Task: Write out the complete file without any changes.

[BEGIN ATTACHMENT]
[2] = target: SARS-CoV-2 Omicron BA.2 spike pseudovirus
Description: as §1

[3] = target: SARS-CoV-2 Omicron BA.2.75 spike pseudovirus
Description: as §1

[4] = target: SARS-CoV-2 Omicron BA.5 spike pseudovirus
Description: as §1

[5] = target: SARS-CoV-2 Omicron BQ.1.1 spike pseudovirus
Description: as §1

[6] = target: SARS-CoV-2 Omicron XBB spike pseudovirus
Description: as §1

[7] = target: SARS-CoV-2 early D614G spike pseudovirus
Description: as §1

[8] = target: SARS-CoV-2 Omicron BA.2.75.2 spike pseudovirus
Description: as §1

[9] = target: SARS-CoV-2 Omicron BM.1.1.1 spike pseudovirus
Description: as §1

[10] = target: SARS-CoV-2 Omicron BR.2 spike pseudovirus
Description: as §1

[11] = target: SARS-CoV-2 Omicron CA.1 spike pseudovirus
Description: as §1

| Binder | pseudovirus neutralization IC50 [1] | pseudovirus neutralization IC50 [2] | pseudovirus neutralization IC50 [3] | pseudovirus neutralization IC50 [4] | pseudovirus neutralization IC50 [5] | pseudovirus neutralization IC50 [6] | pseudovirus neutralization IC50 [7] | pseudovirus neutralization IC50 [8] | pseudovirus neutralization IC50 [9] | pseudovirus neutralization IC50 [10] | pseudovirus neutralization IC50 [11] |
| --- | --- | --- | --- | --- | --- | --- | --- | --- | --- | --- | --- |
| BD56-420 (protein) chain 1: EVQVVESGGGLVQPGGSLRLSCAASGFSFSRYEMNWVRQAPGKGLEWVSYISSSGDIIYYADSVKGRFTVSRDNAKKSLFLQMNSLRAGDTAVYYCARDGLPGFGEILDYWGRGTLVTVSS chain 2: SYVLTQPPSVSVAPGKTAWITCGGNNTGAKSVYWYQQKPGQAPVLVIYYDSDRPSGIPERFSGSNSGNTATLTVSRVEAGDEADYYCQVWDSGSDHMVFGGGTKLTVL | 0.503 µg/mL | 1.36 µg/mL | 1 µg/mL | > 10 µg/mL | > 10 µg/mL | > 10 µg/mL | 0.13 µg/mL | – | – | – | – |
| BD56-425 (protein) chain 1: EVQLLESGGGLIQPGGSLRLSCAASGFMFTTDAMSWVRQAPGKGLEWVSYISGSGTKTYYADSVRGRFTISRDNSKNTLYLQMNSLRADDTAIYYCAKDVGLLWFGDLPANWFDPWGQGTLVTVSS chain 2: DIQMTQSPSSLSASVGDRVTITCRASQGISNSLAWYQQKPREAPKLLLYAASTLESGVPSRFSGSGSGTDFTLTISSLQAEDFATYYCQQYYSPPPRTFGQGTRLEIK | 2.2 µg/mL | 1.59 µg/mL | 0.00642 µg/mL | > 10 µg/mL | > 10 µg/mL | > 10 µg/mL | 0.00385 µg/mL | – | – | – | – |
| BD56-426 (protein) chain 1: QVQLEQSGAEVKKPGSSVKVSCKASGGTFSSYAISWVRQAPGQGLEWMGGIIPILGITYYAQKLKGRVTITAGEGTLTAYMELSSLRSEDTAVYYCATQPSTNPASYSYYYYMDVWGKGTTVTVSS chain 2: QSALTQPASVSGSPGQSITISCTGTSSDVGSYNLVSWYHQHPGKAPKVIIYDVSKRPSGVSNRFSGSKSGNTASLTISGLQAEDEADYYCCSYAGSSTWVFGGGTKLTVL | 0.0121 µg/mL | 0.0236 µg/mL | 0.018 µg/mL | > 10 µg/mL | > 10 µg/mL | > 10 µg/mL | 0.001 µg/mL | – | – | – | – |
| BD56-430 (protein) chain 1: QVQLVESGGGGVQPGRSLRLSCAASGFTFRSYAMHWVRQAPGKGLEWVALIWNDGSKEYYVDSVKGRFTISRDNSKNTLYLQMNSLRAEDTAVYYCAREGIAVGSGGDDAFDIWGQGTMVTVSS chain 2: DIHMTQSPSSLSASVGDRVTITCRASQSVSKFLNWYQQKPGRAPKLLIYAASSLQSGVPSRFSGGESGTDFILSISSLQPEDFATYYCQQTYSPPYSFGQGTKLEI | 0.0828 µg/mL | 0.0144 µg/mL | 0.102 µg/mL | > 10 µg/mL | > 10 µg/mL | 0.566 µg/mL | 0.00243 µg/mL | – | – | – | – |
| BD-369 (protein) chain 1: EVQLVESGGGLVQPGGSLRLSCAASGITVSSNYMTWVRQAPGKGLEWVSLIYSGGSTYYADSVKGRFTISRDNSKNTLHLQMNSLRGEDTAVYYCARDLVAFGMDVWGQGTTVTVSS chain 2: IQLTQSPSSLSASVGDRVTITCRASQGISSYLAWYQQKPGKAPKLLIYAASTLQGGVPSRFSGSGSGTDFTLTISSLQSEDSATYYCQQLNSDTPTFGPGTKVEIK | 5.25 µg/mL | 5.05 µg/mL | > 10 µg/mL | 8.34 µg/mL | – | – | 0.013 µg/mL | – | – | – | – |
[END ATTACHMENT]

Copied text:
[2] = target: SARS-CoV-2 Omicron BA.2 spike pseudovirus
Description: as §1

[3] = target: SARS-CoV-2 Omicron BA.2.75 spike pseudovirus
Description: as §1

[4] = target: SARS-CoV-2 Omicron BA.5 spike pseudovirus
Description: as §1

[5] = target: SARS-CoV-2 Omicron BQ.1.1 spike pseudovirus
Description: as §1

[6] = target: SARS-CoV-2 Omicron XBB spike pseudovirus
Description: as §1

[7] = target: SARS-CoV-2 early D614G spike pseudovirus
Description: as §1

[8] = target: SARS-CoV-2 Omicron BA.2.75.2 spike pseudovirus
Description: as §1

[9] = target: SARS-CoV-2 Omicron BM.1.1.1 spike pseudovirus
Description: as §1

[10] = target: SARS-CoV-2 Omicron BR.2 spike pseudovirus
Description: as §1

[11] = target: SARS-CoV-2 Omicron CA.1 spike pseudovirus
Description: as §1

| Binder | pseudovirus neutralization IC50 [1] | pseudovirus neutralization IC50 [2] | pseudovirus neutralization IC50 [3] | pseudovirus neutralization IC50 [4] | pseudovirus neutralization IC50 [5] | pseudovirus neutralization IC50 [6] | pseudovirus neutralization IC50 [7] | pseudovirus neutralization IC50 [8] | pseudovirus neutralization IC50 [9] | pseudovirus neutralization IC50 [10] | pseudovirus neutralization IC50 [11] |
| --- | --- | --- | --- | --- | --- | --- | --- | --- | --- | --- | --- |
| BD56-420 (protein) chain 1: EVQVVESGGGLVQPGGSLRLSCAASGFSFSRYEMNWVRQAPGKGLEWVSYISSSGDIIYYADSVKGRFTVSRDNAKKSLFLQMNSLRAGDTAVYYCARDGLPGFGEILDYWGRGTLVTVSS chain 2: SYVLTQPPSVSVAPGKTAWITCGGNNTGAKSVYWYQQKPGQAPVLVIYYDSDRPSGIPERFSGSNSGNTATLTVSRVEAGDEADYYCQVWDSGSDHMVFGGGTKLTVL | 0.503 µg/mL | 1.36 µg/mL | 1 µg/mL | > 10 µg/mL | > 10 µg/mL | > 10 µg/mL | 0.13 µg/mL | – | – | – | – |
| BD56-425 (protein) chain 1: EVQLLESGGGLIQPGGSLRLSCAASGFMFTTDAMSWVRQAPGKGLEWVSYISGSGTKTYYADSVRGRFTISRDNSKNTLYLQMNSLRADDTAIYYCAKDVGLLWFGDLPANWFDPWGQGTLVTVSS chain 2: DIQMTQSPSSLSASVGDRVTITCRASQGISNSLAWYQQKPREAPKLLLYAASTLESGVPSRFSGSGSGTDFTLTISSLQAEDFATYYCQQYYSPPPRTFGQGTRLEIK | 2.2 µg/mL | 1.59 µg/mL | 0.00642 µg/mL | > 10 µg/mL | > 10 µg/mL | > 10 µg/mL | 0.00385 µg/mL | – | – | – | – |
| BD56-426 (protein) chain 1: QVQLEQSGAEVKKPGSSVKVSCKASGGTFSSYAISWVRQAPGQGLEWMGGIIPILGITYYAQKLKGRVTITAGEGTLTAYMELSSLRSEDTAVYYCATQPSTNPASYSYYYYMDVWGKGTTVTVSS chain 2: QSALTQPASVSGSPGQSITISCTGTSSDVGSYNLVSWYHQHPGKAPKVIIYDVSKRPSGVSNRFSGSKSGNTASLTISGLQAEDEADYYCCSYAGSSTWVFGGGTKLTVL | 0.0121 µg/mL | 0.0236 µg/mL | 0.018 µg/mL | > 10 µg/mL | > 10 µg/mL | > 10 µg/mL | 0.001 µg/mL | – | – | – | – |
| BD56-430 (protein) chain 1: QVQLVESGGGGVQPGRSLRLSCAASGFTFRSYAMHWVRQAPGKGLEWVALIWNDGSKEYYVDSVKGRFTISRDNSKNTLYLQMNSLRAEDTAVYYCAREGIAVGSGGDDAFDIWGQGTMVTVSS chain 2: DIHMTQSPSSLSASVGDRVTITCRASQSVSKFLNWYQQKPGRAPKLLIYAASSLQSGVPSRFSGGESGTDFILSISSLQPEDFATYYCQQTYSPPYSFGQGTKLEI | 0.0828 µg/mL | 0.0144 µg/mL | 0.102 µg/mL | > 10 µg/mL | > 10 µg/mL | 0.566 µg/mL | 0.00243 µg/mL | – | – | – | – |
| BD-369 (protein) chain 1: EVQLVESGGGLVQPGGSLRLSCAASGITVSSNYMTWVRQAPGKGLEWVSLIYSGGSTYYADSVKGRFTISRDNSKNTLHLQMNSLRGEDTAVYYCARDLVAFGMDVWGQGTTVTVSS chain 2: IQLTQSPSSLSASVGDRVTITCRASQGISSYLAWYQQKPGKAPKLLIYAASTLQGGVPSRFSGSGSGTDFTLTISSLQSEDSATYYCQQLNSDTPTFGPGTKVEIK | 5.25 µg/mL | 5.05 µg/mL | > 10 µg/mL | 8.34 µg/mL | – | – | 0.013 µg/mL | – | – | – | – |